In one embodiment, the housing 2650, and the corresponding housing on the opposite side, is formed of multiple portions which capture leg 2660′ such that the housing 2650 forms or creates the pivot for the leg 2660′. As described below, the housing 2650 also holds the tubes of the upper member 2622 together. Several elastic elements 2630, 2632, 2634, and 2636, such as metallic springs or spring-like members, are connected to and extend between upper member 2622 and the seat portion 2612. The elements may be connected by connectors or fasteners (not shown). Housing 2640 includes a tubular sleeve portion 2642 through which the upper member 2622 extends. Similarly, housing 2650 includes a tubular sleeve portion 2652 through which the upper member 2622 extends.

Referring to FIG. 25, an elastic member 2654 may be connected to the upper portion 2622 of the frame 2620 and extend about the seat portion 2612. The elastic member 2654 extends over the elastic elements 2630, 2632, 2634, and 2636 (shown in FIG. 24). In this embodiment, the elastic elements 2630, 2632, 2634, and 2636 perform generally the same function as flexible members 1250 illustrated in FIG. 12.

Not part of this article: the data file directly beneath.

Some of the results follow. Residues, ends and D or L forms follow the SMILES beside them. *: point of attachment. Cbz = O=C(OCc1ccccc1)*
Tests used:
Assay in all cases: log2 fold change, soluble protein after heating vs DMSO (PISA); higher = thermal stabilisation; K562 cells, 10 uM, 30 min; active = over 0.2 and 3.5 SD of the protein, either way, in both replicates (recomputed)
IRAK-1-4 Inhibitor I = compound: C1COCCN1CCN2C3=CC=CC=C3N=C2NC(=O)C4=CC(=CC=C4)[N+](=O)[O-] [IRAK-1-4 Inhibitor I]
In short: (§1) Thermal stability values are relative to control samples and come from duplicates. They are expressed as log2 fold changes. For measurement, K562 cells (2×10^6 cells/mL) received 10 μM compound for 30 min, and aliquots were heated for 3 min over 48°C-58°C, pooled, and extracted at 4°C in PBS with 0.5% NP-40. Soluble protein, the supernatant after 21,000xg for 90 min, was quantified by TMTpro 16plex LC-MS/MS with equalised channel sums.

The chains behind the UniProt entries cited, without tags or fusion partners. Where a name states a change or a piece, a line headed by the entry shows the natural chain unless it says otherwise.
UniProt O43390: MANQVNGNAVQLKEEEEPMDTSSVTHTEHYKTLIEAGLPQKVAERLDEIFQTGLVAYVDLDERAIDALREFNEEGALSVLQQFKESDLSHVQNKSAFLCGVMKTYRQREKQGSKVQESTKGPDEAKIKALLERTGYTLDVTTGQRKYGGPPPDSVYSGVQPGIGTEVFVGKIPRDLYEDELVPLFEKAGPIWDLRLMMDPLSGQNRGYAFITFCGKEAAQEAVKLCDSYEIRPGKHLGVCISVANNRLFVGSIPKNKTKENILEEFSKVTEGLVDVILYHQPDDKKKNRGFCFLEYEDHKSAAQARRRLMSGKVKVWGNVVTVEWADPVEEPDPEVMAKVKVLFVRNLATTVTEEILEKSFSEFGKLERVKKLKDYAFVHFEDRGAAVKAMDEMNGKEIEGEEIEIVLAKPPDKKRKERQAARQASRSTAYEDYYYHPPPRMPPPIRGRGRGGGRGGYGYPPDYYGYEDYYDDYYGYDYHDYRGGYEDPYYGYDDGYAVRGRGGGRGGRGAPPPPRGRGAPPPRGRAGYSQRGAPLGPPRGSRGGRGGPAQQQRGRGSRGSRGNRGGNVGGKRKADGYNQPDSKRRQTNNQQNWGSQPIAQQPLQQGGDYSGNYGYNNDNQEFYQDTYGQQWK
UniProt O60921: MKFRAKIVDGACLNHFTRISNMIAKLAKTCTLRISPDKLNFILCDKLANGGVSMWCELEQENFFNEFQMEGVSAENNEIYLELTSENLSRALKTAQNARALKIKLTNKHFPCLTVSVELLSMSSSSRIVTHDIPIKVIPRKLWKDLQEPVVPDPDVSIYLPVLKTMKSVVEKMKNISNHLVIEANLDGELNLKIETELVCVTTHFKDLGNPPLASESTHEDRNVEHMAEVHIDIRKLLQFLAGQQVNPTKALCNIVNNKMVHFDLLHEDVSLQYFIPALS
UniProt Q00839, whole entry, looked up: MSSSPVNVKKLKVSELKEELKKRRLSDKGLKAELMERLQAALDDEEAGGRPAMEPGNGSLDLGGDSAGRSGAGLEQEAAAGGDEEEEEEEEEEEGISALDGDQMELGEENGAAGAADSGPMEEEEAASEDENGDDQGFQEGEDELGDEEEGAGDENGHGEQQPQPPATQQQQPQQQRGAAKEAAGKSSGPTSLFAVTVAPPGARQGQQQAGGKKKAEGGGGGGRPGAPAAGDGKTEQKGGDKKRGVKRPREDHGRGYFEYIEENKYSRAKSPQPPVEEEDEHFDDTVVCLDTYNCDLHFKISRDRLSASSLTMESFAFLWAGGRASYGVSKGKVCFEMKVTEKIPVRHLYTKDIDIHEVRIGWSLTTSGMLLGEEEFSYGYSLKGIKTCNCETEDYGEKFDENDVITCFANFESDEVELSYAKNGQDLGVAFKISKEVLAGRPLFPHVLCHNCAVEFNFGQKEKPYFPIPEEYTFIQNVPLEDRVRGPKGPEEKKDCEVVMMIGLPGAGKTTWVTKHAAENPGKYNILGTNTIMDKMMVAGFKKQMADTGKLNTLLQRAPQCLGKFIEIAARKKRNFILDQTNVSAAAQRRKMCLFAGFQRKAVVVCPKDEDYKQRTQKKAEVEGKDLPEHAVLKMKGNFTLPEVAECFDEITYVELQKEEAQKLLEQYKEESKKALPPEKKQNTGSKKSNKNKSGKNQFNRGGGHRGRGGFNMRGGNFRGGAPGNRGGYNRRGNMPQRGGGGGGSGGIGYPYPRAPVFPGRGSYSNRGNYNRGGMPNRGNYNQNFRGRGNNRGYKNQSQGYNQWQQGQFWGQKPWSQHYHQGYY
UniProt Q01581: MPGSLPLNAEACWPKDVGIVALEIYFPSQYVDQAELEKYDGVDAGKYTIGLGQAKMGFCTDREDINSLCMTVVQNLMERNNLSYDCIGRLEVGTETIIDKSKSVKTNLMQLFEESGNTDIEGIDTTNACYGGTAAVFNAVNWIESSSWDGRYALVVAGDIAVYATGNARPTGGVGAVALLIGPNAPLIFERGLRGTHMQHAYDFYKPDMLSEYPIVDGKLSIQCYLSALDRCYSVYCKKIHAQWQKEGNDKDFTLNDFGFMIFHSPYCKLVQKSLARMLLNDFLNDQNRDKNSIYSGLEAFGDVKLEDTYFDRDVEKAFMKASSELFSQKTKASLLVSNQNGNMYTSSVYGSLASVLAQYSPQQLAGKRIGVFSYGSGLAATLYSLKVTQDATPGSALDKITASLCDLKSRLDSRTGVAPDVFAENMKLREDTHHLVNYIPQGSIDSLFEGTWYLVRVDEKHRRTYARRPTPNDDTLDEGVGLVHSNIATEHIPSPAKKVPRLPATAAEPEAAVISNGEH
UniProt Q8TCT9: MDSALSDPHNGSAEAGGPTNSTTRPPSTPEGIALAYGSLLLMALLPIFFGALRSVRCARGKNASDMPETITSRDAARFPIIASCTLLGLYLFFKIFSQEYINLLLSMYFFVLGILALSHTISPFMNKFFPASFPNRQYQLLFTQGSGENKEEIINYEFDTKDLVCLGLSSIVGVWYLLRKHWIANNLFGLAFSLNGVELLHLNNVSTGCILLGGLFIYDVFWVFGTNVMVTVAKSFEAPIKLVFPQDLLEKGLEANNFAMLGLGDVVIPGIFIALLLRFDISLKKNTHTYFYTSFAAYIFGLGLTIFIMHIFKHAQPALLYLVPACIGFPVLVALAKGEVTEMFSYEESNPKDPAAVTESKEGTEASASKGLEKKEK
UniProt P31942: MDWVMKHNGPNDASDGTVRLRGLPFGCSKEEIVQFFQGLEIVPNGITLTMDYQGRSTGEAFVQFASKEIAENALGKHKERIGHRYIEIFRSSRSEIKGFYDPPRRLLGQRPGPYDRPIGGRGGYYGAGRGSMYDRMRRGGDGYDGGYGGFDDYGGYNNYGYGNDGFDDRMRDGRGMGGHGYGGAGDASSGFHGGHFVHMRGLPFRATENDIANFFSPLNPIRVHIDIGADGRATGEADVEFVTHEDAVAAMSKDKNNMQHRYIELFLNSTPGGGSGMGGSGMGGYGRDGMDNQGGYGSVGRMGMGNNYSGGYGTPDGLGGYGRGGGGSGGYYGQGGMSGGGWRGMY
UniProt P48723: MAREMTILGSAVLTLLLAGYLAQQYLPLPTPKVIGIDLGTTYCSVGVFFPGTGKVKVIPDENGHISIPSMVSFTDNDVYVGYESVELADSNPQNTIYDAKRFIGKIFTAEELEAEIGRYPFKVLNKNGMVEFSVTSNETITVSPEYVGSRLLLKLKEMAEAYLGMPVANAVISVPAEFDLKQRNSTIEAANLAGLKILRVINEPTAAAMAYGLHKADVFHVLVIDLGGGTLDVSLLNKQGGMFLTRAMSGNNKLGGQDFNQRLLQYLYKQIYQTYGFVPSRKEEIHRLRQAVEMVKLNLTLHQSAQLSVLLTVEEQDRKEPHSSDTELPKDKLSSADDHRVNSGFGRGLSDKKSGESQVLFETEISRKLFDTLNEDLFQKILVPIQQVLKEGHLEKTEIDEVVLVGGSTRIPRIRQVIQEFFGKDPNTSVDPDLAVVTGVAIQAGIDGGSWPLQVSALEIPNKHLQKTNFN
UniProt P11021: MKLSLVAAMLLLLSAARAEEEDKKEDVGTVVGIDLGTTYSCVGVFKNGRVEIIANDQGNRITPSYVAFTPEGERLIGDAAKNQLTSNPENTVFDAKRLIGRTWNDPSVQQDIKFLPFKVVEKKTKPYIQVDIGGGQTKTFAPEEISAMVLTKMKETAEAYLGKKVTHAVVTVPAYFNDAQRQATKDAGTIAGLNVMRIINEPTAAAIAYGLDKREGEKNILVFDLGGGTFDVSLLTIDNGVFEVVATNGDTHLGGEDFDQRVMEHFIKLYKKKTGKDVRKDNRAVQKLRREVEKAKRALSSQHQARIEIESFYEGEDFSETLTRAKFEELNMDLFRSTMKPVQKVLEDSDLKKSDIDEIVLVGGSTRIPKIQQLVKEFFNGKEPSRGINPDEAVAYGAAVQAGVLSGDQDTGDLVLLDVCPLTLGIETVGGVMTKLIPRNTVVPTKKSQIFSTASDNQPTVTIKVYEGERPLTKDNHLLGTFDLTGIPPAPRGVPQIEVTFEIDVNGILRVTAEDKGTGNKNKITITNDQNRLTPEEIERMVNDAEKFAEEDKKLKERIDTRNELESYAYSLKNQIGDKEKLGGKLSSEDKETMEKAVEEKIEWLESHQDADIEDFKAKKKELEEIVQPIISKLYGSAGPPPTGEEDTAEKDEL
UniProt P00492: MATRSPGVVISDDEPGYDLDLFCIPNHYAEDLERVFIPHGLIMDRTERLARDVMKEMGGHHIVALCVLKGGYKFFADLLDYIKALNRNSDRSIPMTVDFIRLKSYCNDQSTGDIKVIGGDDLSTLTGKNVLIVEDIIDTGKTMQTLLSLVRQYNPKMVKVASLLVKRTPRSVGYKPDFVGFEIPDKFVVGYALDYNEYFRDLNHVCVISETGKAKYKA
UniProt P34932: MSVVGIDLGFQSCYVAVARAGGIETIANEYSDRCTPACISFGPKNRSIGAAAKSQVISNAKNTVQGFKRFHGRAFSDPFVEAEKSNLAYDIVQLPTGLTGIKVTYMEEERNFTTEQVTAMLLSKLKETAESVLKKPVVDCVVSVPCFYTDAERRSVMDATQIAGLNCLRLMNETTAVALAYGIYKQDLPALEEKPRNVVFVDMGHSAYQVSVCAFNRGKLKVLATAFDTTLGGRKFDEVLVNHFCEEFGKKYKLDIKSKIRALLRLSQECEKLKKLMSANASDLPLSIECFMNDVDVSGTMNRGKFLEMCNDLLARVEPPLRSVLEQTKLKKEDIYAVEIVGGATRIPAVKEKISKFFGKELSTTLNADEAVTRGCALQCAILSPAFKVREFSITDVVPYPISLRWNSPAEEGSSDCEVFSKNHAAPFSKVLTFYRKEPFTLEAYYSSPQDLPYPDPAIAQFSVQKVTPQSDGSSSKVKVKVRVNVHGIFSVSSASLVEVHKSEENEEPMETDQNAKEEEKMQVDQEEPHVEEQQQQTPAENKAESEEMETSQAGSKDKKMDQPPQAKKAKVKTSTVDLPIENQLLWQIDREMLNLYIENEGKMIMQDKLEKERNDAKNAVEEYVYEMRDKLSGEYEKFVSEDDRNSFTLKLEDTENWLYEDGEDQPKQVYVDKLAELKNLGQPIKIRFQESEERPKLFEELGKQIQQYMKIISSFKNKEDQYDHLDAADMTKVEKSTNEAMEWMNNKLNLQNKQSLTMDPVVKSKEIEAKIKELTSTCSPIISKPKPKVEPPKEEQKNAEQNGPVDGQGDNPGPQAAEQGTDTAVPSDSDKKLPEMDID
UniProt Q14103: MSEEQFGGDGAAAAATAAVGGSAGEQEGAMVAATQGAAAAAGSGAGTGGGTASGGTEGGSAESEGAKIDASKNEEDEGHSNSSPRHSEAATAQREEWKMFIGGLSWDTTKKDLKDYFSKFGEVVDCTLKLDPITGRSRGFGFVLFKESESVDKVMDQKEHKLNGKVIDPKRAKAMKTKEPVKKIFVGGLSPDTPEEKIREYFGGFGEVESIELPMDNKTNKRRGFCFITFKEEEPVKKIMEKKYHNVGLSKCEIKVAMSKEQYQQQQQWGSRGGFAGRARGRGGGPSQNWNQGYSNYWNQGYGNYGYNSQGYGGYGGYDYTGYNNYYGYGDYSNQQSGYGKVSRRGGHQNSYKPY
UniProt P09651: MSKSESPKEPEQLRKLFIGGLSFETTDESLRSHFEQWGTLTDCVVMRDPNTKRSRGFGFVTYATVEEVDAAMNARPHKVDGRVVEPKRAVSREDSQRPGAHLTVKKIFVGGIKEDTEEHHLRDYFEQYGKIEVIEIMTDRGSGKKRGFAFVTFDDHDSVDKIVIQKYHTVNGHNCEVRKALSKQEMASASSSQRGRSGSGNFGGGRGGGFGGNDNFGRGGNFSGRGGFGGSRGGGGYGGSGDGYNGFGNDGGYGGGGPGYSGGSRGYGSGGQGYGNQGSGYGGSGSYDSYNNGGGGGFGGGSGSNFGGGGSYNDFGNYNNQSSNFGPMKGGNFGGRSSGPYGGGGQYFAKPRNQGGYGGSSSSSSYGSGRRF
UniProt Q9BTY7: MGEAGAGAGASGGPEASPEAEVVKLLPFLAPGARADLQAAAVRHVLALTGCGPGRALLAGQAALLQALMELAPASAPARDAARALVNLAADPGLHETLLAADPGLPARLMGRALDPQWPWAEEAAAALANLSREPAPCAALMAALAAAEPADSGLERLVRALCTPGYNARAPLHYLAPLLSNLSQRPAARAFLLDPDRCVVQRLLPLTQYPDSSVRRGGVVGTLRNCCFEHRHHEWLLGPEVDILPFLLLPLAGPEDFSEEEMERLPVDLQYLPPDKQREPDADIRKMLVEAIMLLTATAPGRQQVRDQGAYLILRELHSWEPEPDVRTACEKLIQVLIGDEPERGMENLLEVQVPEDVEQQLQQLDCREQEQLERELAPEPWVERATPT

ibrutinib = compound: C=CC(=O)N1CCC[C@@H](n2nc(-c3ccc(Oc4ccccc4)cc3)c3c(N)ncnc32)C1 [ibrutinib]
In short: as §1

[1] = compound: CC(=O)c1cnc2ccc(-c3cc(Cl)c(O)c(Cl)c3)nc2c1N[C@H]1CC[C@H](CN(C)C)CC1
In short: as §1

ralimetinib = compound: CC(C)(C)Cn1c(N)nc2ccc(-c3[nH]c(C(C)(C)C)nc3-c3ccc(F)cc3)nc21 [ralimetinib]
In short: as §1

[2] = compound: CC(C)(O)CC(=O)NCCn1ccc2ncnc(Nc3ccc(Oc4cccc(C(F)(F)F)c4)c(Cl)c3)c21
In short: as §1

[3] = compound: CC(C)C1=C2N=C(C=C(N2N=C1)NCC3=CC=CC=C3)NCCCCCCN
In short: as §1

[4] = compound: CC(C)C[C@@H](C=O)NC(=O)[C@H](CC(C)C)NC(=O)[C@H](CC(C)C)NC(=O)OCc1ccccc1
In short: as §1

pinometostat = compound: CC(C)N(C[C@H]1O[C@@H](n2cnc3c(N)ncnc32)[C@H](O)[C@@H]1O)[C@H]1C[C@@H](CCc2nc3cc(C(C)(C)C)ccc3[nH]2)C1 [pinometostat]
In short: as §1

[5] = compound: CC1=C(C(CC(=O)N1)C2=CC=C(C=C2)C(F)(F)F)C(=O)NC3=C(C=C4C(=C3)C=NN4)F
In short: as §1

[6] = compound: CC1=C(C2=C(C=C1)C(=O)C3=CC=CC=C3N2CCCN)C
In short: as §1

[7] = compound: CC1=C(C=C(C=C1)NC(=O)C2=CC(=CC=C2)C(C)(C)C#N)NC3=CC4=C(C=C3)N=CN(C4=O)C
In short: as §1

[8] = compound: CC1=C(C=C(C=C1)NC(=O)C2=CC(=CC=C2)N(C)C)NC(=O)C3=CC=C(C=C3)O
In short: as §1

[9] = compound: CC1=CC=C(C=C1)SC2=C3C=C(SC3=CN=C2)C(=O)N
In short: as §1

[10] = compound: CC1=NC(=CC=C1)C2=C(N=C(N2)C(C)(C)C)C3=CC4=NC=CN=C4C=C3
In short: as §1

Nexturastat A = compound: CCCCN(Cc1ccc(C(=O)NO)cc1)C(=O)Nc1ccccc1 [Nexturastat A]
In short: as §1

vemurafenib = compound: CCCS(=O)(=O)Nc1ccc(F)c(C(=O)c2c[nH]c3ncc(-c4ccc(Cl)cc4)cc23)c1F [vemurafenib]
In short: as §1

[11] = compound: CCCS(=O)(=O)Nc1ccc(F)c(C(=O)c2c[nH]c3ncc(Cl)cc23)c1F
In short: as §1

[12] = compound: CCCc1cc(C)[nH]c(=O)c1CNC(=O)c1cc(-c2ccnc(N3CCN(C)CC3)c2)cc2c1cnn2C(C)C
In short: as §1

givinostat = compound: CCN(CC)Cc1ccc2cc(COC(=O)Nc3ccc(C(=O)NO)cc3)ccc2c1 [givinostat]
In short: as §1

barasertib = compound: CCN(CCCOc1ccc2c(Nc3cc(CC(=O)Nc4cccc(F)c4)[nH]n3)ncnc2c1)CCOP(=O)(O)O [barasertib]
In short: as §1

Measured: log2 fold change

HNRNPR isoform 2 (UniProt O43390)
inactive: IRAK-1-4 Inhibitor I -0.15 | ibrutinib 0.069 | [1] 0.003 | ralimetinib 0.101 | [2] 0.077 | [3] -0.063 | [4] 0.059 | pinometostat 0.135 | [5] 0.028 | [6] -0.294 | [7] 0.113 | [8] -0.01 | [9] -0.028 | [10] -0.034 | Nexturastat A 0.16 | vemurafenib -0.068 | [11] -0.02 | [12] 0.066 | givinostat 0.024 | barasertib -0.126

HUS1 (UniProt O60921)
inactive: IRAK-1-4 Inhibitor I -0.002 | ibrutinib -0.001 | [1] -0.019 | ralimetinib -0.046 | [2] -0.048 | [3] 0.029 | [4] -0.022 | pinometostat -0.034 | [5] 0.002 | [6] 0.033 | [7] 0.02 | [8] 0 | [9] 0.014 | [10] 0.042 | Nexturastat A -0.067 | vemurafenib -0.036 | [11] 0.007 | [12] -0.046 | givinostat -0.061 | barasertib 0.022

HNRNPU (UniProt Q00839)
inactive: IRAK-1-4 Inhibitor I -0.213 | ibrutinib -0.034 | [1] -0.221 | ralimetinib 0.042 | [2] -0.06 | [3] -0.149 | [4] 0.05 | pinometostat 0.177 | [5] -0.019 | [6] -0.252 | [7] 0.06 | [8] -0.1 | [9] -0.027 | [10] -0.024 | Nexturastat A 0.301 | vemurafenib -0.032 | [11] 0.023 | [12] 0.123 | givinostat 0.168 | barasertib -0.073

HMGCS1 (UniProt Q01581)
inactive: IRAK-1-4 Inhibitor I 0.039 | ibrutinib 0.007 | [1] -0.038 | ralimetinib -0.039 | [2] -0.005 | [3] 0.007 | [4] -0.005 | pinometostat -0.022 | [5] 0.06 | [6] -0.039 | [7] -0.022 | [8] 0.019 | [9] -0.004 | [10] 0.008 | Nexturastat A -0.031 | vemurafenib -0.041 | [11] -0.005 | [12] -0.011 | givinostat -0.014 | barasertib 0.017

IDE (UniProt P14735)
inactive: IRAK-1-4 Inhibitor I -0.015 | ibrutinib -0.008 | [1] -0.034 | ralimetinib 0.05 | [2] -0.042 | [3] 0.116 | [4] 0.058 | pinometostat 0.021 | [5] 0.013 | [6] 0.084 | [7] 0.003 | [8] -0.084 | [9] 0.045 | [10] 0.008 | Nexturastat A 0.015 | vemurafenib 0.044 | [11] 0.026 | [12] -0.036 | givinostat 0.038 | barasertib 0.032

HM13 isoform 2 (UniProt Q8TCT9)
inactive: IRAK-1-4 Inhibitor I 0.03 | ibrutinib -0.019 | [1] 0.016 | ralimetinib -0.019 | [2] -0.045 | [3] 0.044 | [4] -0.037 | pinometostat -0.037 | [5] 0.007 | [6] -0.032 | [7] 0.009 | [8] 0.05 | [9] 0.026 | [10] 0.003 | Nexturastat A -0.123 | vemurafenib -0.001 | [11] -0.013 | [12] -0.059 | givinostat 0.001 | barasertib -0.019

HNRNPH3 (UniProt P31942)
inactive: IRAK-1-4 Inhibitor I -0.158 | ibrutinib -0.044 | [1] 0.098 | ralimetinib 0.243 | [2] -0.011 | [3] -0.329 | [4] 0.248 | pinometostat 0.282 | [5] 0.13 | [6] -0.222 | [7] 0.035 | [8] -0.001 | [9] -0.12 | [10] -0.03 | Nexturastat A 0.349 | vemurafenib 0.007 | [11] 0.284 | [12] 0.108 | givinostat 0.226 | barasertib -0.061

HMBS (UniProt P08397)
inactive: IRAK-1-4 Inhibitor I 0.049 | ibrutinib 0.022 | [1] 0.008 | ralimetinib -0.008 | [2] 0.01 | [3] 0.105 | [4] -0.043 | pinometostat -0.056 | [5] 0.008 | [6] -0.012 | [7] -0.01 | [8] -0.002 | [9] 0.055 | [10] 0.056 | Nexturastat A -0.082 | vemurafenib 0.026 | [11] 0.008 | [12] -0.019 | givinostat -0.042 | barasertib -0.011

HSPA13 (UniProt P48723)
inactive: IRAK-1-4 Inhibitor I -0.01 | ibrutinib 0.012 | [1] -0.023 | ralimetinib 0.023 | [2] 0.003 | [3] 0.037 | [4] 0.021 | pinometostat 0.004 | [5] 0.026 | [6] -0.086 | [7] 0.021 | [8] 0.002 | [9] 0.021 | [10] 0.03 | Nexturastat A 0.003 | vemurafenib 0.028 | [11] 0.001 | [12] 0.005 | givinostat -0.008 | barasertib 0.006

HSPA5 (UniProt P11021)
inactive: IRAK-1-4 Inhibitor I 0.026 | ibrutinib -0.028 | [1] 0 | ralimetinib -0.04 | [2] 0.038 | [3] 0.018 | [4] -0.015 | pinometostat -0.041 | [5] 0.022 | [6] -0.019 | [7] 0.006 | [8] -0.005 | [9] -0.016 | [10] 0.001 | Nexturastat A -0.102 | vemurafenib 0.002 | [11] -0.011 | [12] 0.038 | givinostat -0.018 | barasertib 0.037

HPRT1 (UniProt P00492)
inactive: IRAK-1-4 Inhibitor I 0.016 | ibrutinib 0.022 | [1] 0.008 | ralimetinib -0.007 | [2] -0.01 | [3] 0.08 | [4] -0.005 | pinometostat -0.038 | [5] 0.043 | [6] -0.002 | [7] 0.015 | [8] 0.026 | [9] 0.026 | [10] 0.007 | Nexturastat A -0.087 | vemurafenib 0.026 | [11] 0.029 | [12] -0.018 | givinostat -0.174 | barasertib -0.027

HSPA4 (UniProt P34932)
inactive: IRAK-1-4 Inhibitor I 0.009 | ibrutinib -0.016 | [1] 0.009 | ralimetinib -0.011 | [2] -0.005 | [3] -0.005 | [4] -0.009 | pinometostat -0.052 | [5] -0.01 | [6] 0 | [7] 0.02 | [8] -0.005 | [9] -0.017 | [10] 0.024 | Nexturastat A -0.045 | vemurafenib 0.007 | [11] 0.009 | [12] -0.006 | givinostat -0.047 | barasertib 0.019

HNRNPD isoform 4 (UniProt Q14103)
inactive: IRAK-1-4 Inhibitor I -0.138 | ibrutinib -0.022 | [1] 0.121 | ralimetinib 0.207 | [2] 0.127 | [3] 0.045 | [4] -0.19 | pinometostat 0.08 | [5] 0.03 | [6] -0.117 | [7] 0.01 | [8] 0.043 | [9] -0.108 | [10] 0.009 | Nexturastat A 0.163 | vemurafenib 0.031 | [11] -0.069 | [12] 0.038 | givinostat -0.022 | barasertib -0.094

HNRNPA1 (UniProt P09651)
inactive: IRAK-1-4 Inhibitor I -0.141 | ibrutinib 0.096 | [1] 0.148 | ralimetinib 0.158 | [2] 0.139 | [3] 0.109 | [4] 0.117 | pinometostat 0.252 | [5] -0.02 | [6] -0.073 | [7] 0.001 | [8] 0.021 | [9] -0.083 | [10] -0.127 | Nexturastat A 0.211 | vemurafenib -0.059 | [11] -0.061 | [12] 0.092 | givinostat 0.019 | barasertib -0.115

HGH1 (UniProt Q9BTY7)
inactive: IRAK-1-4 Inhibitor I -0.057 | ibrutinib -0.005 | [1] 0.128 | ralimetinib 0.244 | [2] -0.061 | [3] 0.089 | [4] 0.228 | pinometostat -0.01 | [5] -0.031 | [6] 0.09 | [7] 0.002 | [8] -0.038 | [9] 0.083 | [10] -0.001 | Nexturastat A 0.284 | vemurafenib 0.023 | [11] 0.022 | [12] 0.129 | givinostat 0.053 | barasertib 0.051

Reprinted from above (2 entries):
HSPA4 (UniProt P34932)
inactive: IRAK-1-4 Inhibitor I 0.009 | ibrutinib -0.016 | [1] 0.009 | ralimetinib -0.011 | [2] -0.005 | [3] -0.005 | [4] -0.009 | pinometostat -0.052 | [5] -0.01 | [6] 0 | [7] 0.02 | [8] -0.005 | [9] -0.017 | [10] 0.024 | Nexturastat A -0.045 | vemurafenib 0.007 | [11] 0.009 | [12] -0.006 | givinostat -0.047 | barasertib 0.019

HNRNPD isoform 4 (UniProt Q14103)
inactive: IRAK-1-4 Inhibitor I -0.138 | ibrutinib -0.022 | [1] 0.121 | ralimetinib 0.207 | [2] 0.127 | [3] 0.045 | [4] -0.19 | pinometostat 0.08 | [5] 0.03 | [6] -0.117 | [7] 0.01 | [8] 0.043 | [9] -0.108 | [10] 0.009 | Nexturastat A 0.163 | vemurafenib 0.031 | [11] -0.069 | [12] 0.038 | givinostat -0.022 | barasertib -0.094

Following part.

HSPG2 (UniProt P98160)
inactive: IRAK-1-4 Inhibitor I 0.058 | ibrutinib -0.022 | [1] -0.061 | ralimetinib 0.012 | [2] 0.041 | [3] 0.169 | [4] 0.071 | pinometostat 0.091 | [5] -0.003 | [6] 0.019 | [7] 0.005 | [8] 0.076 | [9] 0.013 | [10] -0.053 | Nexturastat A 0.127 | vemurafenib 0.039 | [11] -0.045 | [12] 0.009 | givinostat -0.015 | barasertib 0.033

Referring to FIG. 25A, an exploded view of the housing 2650 is illustrated. The housing 2650 is inverted in this view relative to its orientation in FIG. 25. In this embodiment, the housing 2650 has a top portion 2651, a middle portion 2653, and a bottom portion 2655. The bottom portion 2655 includes four holes through which connectors, such as screws, can be inserted to couple the bottom portion 2655 to the middle portion 2653. The middle portion 2653 includes a surface that defines a channel or passageway 2653A that is sized to receive a leg collar 2661 which has an internal passageway 2661A that receives leg 2660′. The leg collar 2661 can pivot within the passageway 2653A, thereby facilitating the pivoting of leg 2660′ relative to the frame. The leg collar 2661 also prevents the sliding of the leg 2660′ within the passageway 2653A. The leg 2660′ can have a central portion that is substantially linear and not curved. This central portion is the part of the leg 2660′ that is mounted in the passageway 2653A and to which the leg collar 2661 is coupled. The substantially linear portion facilitates the pivoting of the leg 2660′ relative to the housing 2650.